The personal care market is so profitable, in part, because it’s so big. And with so many brands now bridging the gap between beauty and fitness—FaceGym, for example, launched a collection of sweat-activated products earlier this year; Fré‘s skin- and body-care products are specifically formulated to treat the needs of sweaty skin; and boutique fitness OG SoulCycle even has a line of scented products with Le Labo—Lululemon would need to roll out a truly innovative product line to stand out from the crowd. And yet…
According to Karen Wolfe, VP of Client Success at Nielsen, Lululemon has enough name recognition and brand loyalty to rest on its laurels—a luxury that no-name rookies looking to break into the industry don’t have. “I don’t think they have as much to prove from a product perspective,” Wolfe tells me. “They see a white space,” not in the sense that there’s a gap in product offerings, she continues, “but in the sense of leveraging the brand’s heritage and credibility in one aspect of the holistic beauty industry into another aspect of the holistic beauty industry.” And if the fact that Selfcare sold out on Sephora.com on launch day is any indication, she’s right.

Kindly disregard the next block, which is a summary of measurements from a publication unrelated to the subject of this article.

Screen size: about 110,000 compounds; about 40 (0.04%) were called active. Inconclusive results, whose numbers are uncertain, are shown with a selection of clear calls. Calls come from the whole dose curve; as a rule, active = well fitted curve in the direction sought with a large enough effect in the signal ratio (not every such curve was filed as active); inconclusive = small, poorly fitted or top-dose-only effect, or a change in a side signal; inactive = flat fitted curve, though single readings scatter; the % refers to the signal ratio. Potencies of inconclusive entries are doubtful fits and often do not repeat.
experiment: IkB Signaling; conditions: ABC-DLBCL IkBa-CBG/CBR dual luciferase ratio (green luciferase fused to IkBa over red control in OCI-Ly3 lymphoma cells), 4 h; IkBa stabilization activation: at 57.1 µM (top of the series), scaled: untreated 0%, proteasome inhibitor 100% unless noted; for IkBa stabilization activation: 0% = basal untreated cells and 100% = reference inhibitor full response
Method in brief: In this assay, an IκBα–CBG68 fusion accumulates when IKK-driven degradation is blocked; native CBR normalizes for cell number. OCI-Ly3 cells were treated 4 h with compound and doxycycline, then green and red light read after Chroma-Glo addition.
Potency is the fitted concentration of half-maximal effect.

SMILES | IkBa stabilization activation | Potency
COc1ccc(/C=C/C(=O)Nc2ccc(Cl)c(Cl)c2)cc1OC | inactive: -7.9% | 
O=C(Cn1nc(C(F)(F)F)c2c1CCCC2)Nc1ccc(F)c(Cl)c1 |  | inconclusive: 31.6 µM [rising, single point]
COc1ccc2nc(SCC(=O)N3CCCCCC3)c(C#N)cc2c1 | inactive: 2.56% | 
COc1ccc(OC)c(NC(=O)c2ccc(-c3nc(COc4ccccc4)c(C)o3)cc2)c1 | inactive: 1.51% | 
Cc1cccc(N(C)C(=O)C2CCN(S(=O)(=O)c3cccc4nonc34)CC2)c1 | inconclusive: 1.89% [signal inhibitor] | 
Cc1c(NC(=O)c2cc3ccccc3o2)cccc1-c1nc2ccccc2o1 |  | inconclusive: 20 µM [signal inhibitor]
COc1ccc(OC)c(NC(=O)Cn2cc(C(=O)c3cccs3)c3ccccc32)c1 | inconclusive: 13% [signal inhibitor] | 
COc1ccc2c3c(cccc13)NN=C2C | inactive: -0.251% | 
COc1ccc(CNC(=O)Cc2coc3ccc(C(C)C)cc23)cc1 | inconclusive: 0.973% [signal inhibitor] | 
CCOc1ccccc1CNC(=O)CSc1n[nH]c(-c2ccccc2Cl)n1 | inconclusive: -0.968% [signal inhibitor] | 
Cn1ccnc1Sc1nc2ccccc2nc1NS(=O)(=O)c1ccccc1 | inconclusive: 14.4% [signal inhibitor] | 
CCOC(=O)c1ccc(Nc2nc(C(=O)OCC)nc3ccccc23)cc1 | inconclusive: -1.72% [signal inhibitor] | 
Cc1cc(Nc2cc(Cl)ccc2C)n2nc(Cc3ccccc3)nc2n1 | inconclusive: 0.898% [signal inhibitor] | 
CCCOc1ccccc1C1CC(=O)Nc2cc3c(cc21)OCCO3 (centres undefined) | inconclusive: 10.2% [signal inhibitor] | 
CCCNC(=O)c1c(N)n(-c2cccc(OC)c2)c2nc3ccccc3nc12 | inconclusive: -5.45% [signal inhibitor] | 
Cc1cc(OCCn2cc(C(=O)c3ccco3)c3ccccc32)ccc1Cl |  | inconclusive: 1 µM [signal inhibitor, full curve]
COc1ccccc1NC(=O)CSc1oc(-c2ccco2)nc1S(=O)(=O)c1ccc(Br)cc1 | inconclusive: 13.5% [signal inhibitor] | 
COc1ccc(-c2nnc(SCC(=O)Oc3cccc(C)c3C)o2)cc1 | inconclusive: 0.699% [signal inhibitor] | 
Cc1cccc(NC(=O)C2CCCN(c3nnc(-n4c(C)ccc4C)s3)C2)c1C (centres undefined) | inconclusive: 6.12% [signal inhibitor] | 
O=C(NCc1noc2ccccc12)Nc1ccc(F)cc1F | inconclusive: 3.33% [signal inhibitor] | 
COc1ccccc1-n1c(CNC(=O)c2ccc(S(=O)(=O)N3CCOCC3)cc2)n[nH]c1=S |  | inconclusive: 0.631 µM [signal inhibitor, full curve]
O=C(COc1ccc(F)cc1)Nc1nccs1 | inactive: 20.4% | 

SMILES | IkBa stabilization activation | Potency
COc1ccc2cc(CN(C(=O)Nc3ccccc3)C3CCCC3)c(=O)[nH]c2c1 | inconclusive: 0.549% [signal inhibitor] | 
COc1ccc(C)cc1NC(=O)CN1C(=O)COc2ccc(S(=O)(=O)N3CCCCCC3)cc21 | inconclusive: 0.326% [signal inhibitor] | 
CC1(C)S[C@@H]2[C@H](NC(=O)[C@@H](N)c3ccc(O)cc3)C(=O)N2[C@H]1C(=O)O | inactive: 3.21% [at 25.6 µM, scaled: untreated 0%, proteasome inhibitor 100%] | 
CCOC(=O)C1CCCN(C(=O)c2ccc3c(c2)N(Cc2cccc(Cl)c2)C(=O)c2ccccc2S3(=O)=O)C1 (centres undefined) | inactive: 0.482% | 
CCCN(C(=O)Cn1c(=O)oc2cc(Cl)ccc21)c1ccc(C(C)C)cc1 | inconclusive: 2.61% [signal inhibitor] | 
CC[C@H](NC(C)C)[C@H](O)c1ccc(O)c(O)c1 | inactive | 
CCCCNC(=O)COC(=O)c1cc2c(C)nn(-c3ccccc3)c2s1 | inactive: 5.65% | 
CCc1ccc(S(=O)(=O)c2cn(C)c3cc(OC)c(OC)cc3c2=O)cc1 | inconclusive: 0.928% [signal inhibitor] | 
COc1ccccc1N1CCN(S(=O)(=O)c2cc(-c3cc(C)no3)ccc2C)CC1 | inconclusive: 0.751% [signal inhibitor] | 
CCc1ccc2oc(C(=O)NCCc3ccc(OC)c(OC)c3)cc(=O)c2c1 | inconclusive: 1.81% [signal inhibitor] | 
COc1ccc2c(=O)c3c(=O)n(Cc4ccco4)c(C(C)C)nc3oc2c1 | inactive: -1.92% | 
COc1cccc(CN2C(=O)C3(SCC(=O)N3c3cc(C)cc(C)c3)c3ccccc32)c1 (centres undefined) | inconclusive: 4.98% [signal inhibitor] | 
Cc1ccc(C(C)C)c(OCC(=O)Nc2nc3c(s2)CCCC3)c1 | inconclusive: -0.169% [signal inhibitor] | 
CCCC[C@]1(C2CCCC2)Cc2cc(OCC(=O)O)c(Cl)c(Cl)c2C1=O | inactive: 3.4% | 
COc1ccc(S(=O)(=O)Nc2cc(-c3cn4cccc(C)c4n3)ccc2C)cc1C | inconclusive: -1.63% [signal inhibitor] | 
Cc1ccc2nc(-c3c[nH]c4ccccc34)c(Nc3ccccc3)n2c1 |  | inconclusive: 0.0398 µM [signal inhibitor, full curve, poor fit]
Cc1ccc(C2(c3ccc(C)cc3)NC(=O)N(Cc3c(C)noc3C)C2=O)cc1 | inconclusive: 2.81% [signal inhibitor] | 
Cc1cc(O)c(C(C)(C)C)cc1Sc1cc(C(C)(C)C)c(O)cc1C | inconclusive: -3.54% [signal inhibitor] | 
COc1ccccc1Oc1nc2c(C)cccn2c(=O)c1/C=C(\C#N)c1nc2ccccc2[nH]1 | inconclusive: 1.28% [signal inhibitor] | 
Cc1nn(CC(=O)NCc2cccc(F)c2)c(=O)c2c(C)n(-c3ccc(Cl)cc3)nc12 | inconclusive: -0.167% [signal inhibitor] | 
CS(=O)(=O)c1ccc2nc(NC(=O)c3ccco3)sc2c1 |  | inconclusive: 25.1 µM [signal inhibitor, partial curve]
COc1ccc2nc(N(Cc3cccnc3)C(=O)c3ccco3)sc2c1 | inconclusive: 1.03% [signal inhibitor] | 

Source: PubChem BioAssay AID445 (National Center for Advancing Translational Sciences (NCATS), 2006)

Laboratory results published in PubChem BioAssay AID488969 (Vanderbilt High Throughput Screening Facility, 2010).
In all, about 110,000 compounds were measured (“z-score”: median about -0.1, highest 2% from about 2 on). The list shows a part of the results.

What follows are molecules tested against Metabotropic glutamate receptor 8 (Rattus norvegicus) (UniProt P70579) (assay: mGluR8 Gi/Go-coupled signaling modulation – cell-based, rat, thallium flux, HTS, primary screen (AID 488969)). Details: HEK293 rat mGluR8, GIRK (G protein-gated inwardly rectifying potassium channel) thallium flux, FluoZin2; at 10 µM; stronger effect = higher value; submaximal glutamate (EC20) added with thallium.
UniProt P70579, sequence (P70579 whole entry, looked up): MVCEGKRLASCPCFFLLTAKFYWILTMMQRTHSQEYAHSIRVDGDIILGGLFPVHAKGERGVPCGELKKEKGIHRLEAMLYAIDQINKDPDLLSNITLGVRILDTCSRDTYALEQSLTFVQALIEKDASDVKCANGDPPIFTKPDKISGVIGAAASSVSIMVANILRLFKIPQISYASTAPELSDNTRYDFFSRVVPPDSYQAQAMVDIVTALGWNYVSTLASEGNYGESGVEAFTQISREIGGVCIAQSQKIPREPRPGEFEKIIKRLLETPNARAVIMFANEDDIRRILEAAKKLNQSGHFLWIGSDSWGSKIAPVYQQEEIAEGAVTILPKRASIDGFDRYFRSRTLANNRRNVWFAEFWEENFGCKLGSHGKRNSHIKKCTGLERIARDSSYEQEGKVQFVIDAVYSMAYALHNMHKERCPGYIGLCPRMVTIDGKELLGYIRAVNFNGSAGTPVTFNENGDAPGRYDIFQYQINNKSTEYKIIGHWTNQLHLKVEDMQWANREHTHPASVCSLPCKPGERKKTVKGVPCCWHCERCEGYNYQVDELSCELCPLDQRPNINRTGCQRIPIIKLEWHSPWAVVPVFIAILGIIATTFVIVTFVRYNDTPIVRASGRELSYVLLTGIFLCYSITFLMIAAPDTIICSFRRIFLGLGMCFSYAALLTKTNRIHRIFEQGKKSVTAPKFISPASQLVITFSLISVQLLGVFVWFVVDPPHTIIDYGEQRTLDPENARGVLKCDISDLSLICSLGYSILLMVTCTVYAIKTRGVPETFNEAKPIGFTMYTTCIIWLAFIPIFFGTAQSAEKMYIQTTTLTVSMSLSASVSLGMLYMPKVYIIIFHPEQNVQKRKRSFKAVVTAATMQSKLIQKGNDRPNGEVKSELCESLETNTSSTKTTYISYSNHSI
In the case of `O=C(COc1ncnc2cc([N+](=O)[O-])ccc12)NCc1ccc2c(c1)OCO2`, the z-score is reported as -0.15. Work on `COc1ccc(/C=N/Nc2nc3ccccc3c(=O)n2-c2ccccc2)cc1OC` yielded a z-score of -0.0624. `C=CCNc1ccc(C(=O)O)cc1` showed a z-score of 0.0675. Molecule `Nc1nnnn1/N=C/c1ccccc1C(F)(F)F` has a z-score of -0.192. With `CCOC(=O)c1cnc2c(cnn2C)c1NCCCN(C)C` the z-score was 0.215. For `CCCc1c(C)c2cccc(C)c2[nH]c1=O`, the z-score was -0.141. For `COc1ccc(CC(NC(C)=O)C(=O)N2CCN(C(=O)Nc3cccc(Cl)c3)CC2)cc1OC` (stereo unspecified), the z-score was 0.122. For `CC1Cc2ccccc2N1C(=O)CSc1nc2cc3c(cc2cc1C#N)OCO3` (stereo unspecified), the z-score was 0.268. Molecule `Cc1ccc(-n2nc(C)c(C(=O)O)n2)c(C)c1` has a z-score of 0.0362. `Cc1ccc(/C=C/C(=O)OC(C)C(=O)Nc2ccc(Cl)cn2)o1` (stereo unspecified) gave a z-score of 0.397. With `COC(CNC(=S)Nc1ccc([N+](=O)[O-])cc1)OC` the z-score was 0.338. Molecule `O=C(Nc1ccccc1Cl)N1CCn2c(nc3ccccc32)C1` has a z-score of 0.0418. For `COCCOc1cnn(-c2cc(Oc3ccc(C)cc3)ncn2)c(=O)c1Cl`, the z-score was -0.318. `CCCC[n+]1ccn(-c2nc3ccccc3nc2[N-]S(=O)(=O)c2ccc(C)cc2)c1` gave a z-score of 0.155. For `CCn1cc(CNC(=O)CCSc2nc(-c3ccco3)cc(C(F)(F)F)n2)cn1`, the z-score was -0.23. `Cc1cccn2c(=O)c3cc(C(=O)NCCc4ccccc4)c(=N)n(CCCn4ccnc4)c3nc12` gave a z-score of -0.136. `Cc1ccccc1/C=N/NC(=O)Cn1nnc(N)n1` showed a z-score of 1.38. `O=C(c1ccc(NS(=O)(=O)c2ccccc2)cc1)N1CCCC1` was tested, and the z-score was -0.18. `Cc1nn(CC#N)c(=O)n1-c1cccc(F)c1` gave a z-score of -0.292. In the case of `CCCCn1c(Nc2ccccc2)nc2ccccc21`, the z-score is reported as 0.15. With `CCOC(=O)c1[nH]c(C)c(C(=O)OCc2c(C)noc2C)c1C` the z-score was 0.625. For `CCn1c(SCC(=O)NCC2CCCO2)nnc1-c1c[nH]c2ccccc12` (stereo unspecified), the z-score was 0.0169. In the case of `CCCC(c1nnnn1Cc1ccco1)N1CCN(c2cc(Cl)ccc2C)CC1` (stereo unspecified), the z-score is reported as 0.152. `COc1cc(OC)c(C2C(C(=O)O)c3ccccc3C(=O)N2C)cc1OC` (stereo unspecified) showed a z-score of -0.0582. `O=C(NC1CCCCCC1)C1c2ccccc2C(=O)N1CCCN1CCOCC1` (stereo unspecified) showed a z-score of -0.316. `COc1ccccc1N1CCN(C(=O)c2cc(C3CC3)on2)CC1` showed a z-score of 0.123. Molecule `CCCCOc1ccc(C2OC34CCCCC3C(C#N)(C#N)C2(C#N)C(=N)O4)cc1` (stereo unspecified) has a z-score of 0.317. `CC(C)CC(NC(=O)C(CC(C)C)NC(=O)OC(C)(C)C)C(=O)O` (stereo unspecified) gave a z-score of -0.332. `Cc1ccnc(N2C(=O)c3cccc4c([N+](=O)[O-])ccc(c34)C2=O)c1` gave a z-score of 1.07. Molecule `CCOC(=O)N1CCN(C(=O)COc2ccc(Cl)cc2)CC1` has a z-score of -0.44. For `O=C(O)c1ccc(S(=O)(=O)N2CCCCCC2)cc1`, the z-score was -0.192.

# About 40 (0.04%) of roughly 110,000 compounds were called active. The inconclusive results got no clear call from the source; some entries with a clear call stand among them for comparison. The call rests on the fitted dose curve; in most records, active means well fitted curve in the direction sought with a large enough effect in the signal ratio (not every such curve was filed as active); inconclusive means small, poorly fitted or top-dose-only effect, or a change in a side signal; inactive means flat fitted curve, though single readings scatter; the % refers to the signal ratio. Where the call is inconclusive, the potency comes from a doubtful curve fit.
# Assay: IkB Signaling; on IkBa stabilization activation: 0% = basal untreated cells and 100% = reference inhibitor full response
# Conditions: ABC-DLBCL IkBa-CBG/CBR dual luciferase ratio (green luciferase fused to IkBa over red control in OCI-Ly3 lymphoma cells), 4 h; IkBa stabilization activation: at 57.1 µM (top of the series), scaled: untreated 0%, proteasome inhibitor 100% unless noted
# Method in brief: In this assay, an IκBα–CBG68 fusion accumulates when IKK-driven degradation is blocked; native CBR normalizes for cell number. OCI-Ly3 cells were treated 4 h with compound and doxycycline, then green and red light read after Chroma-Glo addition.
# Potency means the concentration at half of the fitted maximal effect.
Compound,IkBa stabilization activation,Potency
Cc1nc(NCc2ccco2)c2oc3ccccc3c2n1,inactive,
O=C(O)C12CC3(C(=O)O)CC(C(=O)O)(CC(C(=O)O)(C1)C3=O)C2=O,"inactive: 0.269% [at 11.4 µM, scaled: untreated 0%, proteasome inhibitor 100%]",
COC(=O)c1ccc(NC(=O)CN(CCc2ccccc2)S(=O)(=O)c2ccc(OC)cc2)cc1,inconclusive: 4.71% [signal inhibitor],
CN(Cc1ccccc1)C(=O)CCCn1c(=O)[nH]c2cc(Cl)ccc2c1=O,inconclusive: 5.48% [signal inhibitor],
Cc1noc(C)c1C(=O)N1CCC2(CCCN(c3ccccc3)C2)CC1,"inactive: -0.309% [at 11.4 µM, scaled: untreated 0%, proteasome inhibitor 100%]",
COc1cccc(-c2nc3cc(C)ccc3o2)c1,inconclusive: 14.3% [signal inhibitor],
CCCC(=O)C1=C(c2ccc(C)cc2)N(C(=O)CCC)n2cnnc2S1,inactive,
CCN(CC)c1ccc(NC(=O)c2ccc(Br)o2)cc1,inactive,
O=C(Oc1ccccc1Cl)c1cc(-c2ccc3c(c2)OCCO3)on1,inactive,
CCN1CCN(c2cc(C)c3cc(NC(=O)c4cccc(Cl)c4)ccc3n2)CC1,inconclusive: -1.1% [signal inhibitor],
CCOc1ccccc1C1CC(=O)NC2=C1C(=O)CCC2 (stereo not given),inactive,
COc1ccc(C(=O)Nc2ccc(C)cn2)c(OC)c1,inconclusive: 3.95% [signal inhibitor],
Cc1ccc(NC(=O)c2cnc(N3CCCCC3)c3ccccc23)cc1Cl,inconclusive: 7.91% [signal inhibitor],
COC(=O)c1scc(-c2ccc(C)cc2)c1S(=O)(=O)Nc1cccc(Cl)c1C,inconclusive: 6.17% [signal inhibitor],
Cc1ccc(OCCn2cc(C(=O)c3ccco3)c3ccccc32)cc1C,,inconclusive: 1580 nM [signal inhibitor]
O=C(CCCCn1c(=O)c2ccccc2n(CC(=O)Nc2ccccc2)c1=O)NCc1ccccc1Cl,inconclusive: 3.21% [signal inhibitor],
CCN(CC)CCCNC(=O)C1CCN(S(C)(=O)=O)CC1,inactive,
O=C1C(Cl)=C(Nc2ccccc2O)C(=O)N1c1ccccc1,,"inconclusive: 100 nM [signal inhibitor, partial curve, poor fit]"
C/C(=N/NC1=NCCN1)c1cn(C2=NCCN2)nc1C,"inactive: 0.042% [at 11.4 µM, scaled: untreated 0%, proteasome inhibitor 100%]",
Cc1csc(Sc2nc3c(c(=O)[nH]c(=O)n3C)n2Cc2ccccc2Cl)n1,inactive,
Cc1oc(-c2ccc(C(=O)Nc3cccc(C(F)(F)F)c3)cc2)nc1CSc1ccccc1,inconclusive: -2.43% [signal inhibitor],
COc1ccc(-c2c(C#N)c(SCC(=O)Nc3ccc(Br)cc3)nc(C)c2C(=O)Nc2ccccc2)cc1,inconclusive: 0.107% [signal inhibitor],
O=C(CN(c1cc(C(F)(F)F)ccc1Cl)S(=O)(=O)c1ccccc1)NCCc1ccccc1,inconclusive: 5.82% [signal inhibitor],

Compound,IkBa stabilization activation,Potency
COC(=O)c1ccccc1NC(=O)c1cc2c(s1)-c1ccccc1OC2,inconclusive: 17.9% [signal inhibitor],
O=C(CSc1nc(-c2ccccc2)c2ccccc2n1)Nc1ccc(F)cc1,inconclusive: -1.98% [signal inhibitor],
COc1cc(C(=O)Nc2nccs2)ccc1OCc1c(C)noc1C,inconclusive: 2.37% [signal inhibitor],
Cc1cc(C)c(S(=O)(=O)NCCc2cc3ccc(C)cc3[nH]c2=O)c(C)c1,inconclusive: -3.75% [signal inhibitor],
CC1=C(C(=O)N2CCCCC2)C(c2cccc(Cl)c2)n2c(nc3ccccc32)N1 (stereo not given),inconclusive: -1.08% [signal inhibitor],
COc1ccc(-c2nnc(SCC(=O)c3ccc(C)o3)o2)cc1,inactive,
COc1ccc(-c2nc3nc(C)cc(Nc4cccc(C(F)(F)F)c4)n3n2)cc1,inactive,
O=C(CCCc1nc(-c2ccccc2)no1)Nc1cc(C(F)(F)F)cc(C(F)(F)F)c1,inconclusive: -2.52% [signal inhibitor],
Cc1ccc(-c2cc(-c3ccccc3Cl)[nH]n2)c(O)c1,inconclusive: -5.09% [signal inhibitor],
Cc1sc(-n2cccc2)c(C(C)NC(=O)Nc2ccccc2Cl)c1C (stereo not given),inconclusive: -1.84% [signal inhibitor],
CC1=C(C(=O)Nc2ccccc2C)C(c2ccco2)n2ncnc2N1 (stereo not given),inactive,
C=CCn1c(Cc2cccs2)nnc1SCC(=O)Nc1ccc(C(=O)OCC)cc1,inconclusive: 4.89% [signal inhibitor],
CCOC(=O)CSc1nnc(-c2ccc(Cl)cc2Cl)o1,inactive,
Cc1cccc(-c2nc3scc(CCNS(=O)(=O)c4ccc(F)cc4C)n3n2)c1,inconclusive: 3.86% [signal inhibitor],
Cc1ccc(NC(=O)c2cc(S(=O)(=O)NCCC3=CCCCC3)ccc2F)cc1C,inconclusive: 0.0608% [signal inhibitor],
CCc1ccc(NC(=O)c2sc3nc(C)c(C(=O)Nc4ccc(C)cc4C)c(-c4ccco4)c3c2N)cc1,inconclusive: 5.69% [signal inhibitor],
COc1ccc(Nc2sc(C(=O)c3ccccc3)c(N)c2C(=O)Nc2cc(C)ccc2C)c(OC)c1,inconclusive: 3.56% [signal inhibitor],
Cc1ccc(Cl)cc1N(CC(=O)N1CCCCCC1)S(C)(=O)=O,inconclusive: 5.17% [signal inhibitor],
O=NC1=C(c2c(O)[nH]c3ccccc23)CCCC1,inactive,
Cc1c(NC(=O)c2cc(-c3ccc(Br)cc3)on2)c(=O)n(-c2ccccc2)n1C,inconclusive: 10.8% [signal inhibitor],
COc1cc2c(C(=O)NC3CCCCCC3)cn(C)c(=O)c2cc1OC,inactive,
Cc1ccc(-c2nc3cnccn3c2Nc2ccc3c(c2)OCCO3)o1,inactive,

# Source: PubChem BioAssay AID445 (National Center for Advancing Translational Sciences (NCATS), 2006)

The cosmetics industry at present has shown us that anyone can build a beauty brand—but that doesn’t necessarily mean that they should.